Test drive: The 2021 Subaru Outback Wilderness can get you farther out back

The Subaru Outback has been taking people into the great outdoors for over a quarter-century, and now there’s one to help you avoid all of them who are crowding up the place.

The Outback Wilderness is the most off-road capable version of the popular wagon utility vehicle. Subaru says it didn’t design it for the purpose of going 4×4 driving, but rather to get its most adventurous customers to more remote locations for the other fun stuff they like to do like rock climbing, kayaking and searching for bigfoot, I suppose.

It’s the first of what will likely become a sub-brand of slightly more extreme machines for Subaru and instantly recognizable by its chunky matte black bumpers, wheel arch protection and giant fender badges, which look inspired by park service logos.

Its suspension has been redesigned and uses longer coils to help increase its ground clearance from Subaru’s signature 8.7 inches to 9.5 inches, which is more than some pickups and real deal SUVs offer. It has a front skid plate, four tow hooks hidden behind copper covers and knobby all-terrain tires on 17-inch wheels including a full-size spare mounted to the same rim design.

The all-wheel-drive system has been updated with lower gearing to deliver a little more grunt from the 260 hp 2.4-liter flat-four-cylinder to the wheels through the Outback’s continuously variable transmission, and the X-Drive traction management system reprogramed to make the most of it on a variety of surfaces.

Water-resistant upholstery, an uncarpeted rear seatback and rubber floor mats are aimed at better handling messes, while a stronger roof rack with a 700-pound static weight rating can handle a rooftop tent. It uses fixed crossbars for the extra strength, however, rather than the Outback’s trick foldaway type.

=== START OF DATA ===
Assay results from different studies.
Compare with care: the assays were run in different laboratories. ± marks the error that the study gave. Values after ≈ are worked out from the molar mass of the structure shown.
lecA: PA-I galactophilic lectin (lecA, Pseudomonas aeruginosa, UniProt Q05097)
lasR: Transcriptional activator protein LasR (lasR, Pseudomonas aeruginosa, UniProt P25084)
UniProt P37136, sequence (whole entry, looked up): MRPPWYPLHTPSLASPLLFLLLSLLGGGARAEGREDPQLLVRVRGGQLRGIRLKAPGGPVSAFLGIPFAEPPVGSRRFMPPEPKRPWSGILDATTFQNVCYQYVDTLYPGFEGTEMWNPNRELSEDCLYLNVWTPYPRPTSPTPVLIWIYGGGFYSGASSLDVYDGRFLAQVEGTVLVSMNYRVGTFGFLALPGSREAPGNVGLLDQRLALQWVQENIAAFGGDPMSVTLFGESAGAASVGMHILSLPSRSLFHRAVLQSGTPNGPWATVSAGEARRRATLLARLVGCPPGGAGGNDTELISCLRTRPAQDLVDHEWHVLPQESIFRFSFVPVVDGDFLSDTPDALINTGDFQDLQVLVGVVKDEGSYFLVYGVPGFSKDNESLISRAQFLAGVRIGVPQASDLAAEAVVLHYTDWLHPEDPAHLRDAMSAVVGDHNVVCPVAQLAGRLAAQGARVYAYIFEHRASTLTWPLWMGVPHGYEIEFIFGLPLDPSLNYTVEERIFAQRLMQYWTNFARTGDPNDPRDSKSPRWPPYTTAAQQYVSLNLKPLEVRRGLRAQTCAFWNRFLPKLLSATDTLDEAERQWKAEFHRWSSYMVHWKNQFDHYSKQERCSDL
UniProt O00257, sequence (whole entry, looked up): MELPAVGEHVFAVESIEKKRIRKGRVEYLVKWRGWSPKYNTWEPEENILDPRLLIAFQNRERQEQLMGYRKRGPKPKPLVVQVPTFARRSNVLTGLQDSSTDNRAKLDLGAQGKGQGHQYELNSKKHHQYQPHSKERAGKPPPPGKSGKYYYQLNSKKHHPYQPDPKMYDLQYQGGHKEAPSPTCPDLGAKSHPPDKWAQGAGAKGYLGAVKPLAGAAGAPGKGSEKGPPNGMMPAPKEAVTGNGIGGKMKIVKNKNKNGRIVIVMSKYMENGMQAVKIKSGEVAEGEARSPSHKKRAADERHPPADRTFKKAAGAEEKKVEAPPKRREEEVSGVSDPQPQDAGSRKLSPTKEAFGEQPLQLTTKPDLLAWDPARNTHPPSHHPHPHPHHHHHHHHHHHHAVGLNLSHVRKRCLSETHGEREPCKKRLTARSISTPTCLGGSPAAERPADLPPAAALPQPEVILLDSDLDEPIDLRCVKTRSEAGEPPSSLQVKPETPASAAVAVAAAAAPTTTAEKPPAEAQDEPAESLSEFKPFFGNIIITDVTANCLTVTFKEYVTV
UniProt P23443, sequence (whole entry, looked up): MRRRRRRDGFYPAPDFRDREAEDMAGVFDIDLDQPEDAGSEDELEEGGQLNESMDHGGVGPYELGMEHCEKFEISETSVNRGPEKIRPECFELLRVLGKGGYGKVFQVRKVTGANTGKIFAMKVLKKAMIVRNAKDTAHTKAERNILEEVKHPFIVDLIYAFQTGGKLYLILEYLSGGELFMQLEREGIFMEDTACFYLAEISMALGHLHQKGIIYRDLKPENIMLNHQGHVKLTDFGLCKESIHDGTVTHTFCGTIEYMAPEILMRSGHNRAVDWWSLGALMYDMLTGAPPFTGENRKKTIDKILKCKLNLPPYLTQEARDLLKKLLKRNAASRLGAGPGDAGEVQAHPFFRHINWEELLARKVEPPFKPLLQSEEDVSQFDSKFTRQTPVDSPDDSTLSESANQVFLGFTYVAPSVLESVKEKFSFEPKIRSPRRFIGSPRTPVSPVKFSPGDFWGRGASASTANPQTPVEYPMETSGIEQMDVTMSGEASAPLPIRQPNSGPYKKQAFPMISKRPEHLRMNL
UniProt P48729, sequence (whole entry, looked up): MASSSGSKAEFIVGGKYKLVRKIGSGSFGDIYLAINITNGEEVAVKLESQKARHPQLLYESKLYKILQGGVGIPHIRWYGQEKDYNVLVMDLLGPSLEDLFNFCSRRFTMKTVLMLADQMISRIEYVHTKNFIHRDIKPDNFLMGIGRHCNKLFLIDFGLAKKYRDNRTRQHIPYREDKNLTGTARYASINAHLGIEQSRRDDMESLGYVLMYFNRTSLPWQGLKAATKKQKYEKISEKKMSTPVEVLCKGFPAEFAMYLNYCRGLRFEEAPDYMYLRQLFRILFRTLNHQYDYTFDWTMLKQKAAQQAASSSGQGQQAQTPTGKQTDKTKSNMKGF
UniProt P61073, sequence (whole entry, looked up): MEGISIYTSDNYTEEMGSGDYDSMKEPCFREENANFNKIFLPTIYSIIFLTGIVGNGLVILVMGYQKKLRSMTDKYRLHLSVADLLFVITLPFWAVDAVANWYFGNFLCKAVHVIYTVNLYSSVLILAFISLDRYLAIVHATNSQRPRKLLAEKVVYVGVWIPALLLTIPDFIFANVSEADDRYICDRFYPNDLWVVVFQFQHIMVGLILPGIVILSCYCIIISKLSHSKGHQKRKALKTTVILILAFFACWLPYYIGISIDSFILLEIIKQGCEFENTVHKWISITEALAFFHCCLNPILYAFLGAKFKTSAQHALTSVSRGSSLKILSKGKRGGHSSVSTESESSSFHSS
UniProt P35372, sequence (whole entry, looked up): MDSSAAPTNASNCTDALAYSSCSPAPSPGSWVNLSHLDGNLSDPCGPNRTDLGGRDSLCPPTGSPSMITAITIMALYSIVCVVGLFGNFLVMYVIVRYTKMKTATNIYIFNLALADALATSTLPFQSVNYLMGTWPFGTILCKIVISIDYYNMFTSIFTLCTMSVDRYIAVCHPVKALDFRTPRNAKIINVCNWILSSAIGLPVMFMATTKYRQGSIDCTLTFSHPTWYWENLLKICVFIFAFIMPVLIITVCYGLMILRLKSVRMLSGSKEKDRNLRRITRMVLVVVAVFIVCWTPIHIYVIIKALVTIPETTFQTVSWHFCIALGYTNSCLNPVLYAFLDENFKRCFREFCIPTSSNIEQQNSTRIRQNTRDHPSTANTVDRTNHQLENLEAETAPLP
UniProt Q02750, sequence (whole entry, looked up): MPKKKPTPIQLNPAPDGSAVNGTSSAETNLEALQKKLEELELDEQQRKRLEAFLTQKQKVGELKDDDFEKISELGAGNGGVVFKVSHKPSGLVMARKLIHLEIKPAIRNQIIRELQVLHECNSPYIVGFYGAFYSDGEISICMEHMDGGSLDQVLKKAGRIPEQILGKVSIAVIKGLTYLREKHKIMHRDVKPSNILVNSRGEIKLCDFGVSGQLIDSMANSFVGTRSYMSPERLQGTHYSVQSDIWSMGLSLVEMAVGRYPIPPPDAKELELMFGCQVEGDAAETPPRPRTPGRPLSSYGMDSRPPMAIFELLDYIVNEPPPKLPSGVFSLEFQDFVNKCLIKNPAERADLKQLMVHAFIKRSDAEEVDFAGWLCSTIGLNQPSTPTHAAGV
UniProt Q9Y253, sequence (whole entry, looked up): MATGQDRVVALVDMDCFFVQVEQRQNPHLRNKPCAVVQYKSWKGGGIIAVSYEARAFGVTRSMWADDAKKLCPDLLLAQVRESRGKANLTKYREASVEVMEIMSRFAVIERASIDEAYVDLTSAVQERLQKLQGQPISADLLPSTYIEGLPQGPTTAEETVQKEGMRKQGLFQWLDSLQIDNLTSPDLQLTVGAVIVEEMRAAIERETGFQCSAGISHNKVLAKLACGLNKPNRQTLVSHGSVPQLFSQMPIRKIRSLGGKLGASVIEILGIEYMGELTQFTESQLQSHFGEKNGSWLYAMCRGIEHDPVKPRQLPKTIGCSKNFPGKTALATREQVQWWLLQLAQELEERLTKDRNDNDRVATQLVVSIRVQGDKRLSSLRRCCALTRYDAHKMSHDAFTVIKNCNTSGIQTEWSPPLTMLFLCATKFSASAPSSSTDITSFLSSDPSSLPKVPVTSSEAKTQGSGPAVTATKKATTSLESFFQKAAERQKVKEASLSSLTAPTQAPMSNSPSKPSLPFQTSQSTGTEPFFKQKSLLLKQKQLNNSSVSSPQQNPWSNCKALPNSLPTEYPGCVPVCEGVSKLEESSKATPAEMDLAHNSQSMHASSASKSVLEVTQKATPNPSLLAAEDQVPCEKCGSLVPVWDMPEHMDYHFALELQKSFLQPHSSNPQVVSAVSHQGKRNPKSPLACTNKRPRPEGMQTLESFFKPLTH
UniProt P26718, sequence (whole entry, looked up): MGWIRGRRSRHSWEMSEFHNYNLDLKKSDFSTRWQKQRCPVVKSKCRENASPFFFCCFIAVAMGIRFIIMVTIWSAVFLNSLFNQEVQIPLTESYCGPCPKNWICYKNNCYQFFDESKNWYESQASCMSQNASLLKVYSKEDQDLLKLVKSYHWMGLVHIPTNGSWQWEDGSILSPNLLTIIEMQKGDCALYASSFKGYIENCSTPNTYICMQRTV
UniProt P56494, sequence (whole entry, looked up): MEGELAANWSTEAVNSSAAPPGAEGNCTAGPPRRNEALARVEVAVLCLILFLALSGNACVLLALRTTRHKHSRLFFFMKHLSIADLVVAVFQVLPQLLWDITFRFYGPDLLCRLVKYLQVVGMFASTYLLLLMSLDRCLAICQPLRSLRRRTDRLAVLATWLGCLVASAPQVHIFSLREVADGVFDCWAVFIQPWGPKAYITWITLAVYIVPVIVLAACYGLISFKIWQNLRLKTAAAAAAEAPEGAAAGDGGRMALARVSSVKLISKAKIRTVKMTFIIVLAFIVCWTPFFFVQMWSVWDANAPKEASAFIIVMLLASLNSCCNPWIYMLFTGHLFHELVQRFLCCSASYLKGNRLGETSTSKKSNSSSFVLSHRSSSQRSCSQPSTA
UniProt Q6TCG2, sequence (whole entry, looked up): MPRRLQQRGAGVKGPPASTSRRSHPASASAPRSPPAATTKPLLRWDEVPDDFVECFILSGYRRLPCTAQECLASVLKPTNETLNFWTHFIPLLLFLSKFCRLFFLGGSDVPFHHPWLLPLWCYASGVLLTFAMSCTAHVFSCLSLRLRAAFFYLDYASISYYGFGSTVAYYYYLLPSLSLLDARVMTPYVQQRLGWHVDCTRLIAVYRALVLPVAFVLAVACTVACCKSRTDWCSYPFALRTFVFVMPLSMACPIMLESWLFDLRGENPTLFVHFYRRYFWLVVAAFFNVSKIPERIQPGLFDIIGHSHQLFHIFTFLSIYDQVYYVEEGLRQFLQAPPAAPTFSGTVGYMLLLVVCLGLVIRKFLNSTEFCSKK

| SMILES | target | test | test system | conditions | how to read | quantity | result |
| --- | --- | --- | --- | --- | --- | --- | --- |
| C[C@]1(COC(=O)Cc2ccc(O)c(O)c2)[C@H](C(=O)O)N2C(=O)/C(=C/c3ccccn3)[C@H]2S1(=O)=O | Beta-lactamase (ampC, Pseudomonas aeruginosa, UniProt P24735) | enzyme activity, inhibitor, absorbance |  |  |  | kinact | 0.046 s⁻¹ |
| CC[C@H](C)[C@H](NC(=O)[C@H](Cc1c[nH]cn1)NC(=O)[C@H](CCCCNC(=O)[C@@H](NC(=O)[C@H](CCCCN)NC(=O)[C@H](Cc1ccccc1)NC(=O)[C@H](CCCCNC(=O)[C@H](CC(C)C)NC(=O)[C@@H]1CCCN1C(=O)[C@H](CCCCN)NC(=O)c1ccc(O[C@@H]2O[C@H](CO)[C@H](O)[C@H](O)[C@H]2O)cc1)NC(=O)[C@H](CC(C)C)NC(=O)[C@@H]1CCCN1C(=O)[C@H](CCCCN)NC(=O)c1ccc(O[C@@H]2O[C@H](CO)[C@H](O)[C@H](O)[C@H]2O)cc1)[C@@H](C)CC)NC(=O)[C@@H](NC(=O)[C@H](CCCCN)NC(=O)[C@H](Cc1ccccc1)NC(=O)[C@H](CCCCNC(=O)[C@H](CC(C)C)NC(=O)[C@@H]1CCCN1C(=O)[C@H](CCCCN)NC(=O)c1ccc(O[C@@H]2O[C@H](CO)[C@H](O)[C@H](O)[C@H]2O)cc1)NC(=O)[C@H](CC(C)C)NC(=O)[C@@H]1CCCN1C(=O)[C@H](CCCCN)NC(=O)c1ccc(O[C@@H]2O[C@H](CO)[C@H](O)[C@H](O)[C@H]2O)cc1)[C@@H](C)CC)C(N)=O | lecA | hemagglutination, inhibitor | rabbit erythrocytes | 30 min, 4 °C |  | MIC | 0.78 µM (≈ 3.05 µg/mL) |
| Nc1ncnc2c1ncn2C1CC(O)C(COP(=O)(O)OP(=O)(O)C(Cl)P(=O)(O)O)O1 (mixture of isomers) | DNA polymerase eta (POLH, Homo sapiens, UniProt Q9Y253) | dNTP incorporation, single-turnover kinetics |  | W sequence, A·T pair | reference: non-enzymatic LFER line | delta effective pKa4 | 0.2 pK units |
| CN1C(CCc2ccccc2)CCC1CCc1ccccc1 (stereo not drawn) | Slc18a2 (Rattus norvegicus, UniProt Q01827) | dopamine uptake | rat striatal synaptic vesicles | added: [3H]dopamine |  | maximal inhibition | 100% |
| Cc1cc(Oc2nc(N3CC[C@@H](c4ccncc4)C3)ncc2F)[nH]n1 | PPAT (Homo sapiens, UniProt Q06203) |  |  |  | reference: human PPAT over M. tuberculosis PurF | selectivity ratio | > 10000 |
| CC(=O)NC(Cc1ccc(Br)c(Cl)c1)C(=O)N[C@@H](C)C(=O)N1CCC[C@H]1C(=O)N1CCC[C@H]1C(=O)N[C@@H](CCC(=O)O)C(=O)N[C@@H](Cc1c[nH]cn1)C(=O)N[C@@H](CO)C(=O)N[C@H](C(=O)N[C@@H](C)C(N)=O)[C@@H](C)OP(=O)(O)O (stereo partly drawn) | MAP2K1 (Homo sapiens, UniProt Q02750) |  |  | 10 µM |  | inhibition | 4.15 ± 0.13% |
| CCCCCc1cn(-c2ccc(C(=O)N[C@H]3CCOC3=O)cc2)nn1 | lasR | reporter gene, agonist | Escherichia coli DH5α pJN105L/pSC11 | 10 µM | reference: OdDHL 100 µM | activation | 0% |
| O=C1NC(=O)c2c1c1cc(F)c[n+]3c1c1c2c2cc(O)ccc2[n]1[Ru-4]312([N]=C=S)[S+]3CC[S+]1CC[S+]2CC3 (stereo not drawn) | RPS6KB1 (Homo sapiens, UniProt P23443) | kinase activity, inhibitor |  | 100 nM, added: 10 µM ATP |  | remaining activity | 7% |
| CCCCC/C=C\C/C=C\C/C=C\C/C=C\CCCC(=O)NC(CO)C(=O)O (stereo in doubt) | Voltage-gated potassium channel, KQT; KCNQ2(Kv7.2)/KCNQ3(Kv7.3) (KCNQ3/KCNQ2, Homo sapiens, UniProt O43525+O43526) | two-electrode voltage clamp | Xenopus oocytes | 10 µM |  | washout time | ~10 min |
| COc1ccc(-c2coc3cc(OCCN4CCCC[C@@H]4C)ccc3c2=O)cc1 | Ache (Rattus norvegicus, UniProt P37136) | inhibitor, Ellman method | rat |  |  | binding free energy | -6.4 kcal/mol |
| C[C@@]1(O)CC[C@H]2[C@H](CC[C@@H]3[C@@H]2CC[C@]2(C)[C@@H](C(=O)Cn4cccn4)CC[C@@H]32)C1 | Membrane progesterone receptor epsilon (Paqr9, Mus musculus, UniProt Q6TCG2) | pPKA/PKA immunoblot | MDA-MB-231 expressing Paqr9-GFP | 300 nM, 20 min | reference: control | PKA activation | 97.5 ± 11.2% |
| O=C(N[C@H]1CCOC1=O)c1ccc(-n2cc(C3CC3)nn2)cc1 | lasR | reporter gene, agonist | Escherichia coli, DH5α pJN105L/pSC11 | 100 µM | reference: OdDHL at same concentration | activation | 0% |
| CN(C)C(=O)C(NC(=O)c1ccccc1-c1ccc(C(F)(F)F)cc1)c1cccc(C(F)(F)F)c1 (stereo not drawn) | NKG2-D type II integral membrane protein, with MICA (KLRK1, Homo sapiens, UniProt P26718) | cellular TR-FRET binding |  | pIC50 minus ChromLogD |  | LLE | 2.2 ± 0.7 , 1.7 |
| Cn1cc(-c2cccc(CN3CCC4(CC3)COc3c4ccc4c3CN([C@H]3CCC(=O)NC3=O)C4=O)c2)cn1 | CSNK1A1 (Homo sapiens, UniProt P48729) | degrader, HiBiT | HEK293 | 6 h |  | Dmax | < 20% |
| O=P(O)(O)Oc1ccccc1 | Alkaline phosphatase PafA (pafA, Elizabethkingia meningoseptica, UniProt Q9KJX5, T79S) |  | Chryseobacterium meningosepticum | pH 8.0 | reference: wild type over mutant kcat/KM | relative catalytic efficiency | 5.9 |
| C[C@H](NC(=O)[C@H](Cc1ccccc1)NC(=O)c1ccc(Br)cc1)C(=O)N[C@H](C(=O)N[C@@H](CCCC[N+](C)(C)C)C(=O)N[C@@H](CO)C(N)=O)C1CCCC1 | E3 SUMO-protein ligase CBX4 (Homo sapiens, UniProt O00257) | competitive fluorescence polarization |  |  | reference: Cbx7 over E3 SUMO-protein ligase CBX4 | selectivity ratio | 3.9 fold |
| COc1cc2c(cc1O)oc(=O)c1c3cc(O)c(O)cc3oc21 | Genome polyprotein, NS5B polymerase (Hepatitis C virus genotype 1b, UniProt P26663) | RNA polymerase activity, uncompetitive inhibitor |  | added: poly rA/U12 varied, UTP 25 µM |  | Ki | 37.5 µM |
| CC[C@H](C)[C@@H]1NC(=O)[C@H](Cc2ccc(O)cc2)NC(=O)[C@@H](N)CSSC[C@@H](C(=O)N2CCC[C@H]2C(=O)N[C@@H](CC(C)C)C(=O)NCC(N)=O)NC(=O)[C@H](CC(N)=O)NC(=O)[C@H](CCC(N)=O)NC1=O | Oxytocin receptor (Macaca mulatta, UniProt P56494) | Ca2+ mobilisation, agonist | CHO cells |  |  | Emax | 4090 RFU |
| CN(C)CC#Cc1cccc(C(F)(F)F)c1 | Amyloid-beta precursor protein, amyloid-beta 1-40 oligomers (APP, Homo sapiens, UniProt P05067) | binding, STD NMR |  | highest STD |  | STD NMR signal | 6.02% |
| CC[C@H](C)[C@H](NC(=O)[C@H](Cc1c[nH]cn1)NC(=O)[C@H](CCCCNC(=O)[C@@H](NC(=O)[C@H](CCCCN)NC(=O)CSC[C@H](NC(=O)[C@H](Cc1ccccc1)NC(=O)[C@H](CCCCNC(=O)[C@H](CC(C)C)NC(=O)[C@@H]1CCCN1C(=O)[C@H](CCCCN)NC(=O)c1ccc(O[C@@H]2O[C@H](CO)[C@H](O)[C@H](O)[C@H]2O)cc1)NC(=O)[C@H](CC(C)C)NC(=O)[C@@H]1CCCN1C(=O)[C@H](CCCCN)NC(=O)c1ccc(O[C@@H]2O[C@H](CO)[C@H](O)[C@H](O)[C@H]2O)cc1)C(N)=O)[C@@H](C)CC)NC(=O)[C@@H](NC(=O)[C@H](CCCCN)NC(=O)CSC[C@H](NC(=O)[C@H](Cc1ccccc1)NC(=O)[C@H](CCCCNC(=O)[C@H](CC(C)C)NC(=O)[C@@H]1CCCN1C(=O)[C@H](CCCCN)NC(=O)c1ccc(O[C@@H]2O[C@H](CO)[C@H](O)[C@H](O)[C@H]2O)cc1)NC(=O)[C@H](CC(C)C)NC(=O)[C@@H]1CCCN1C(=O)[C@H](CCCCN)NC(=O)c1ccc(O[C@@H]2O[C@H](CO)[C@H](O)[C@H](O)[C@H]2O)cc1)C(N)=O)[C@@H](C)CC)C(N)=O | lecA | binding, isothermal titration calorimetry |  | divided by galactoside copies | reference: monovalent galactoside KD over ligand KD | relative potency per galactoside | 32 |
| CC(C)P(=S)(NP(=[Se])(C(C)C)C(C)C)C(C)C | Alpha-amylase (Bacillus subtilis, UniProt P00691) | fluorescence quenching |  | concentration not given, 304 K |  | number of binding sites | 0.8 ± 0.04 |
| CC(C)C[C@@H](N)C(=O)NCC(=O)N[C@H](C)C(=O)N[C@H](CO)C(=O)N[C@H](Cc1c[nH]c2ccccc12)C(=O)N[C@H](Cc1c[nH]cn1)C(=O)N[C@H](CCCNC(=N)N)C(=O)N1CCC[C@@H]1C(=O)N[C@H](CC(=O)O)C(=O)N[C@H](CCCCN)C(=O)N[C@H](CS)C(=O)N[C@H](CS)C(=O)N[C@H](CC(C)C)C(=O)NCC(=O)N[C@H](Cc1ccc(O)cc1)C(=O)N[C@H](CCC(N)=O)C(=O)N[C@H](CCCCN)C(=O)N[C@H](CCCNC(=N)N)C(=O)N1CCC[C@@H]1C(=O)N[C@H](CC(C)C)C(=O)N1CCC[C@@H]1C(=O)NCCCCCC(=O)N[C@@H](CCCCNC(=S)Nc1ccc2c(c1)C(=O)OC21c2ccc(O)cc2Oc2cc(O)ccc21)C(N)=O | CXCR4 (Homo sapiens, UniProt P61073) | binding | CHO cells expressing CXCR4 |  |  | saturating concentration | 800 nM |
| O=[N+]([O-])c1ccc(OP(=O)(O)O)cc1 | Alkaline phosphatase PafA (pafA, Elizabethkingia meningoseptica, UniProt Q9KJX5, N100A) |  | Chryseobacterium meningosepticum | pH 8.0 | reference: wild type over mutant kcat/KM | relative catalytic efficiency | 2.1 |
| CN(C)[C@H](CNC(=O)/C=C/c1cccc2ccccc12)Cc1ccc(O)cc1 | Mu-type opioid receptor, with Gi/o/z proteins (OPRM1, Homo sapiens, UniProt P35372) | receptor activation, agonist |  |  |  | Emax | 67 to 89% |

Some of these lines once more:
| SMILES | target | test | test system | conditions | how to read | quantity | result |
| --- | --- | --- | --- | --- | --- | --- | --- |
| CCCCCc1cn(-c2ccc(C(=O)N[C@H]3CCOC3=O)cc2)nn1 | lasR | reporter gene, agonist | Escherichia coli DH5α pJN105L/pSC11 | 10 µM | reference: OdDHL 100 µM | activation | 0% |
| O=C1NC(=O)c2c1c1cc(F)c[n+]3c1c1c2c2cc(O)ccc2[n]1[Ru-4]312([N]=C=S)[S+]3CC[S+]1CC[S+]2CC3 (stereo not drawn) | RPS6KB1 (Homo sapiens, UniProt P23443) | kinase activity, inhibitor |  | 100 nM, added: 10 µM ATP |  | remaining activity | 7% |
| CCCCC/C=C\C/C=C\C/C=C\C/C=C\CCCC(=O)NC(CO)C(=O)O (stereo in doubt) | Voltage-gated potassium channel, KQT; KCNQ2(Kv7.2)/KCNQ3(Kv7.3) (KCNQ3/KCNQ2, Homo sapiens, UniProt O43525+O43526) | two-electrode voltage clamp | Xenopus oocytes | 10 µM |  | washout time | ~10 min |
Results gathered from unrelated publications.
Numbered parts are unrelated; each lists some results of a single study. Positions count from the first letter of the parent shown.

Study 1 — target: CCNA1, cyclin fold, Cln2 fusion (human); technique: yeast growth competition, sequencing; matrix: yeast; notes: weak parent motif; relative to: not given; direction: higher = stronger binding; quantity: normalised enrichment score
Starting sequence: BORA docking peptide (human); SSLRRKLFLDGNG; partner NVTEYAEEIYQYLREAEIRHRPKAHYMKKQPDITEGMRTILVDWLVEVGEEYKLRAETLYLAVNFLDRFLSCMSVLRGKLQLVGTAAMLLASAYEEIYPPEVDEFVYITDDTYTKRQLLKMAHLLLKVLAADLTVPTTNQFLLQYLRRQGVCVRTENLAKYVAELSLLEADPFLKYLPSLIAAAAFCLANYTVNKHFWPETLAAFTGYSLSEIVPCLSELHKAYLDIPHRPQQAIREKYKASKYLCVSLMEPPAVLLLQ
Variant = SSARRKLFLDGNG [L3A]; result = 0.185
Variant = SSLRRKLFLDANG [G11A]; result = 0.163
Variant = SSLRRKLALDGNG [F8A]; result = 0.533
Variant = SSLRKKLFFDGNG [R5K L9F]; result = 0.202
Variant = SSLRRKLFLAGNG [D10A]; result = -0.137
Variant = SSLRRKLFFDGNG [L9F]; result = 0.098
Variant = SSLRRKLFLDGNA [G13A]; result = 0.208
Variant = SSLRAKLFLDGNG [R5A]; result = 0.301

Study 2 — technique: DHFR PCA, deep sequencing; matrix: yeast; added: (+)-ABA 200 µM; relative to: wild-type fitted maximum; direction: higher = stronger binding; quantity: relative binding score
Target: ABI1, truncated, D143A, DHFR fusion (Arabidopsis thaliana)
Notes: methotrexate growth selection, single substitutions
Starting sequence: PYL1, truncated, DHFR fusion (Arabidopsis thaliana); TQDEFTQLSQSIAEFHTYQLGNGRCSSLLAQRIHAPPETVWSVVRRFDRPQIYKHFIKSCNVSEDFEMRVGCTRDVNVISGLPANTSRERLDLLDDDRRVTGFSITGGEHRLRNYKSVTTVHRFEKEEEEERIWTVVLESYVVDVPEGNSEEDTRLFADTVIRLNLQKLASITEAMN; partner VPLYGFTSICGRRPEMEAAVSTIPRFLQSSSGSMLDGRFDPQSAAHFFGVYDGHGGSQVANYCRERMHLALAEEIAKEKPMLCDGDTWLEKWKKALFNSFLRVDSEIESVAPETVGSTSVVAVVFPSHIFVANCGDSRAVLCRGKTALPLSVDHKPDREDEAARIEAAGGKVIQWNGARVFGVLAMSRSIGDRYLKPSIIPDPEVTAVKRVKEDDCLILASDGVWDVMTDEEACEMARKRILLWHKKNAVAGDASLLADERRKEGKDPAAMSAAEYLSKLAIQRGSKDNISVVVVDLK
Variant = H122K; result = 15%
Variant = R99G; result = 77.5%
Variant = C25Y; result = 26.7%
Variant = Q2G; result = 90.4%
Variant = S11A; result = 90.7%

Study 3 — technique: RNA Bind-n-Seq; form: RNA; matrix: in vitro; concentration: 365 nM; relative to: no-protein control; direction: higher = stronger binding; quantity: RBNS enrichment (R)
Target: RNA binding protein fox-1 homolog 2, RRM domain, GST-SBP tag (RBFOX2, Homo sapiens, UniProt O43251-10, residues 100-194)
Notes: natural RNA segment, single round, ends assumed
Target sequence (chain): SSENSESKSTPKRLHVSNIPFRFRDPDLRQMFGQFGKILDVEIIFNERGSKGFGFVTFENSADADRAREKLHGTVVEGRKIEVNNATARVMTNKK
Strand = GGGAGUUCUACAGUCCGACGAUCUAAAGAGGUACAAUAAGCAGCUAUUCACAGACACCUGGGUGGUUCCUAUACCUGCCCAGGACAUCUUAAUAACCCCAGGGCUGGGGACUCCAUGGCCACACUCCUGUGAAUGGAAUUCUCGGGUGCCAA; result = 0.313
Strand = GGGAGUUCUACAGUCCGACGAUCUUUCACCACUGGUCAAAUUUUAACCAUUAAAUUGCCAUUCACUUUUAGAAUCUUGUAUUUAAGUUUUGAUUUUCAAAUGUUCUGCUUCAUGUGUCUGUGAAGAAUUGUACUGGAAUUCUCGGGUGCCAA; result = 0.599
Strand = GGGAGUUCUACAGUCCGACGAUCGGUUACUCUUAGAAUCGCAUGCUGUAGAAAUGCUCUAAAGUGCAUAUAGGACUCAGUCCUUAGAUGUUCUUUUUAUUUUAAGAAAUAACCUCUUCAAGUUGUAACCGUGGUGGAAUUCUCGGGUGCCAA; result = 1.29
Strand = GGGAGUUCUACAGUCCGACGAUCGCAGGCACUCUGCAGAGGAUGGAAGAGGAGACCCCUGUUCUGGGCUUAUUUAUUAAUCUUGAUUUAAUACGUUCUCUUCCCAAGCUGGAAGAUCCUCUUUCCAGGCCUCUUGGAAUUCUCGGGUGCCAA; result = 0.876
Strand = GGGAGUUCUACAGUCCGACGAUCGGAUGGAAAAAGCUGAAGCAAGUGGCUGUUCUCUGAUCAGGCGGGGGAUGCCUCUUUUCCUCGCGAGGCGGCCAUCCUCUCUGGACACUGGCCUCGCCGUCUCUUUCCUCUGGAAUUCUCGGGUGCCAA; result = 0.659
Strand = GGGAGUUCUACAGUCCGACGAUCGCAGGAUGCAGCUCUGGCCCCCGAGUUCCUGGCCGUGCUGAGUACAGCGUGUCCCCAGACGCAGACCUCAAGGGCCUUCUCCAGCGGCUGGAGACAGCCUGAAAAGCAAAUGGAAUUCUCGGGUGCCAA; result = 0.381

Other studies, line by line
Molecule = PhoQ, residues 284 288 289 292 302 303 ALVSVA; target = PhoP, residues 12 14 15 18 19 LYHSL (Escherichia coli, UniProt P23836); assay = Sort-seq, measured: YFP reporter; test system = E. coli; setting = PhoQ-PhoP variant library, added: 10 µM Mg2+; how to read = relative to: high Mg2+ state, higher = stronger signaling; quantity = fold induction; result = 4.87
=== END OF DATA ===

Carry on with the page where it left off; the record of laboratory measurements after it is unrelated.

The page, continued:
On the road, the Outback Wilderness feels like a lifted custom and a bit more roly-poly than the other models, but the EyeSight electronic safety system, with automatic brakes, lane keeping assist and adaptive cruise control, has been calibrated to accommodate for the changes. Try doing that in your garage on a modified vehicle.


A couple of quick saws at the steering wheel are all it takes to get the stability control system to engage, and very evident of Subaru’s safety-first philosophy, even if you plan to do life-threatening activities once you get out of the vehicle.

Stay in it when the road gets rough and you’ll find that it’s a very competent machine. Eight tenths of an inch doesn’t sound like much, but it does wonders for approach, departure and breakover angles and can unlock new levels in your favorite forest.

It’s not afraid to go for a swim, either. The ambitiously rugged trail Subaru set up at the Monticello Motor Club for a test included a rocky stream that was deep enough to reach over the bottom of the doors and create bow waves that crested the hood. Suffice it to say, I made it out with dry shoes and the engine running.


The all-wheel-drive system is commendable, but does still slip more than a true 4×4 system would on steep loose slopes as it decides where to send the power. On the way down, the hill-descent control locks it at crawl speed without any need to hit the brakes and gives you time to enjoy the view through the optional front camera.

Fuel economy drops from 26 mpg combined to 24 mpg due to the tires and an aerodynamic profile compromised by the lift, but the Wilderness maintains the Outback’s 3,500 towing rating.

The Outback Wilderness starting price of $38,840 drops it into the lineup among the more luxury-mined Limited and Touring models, but it rises above all of them.

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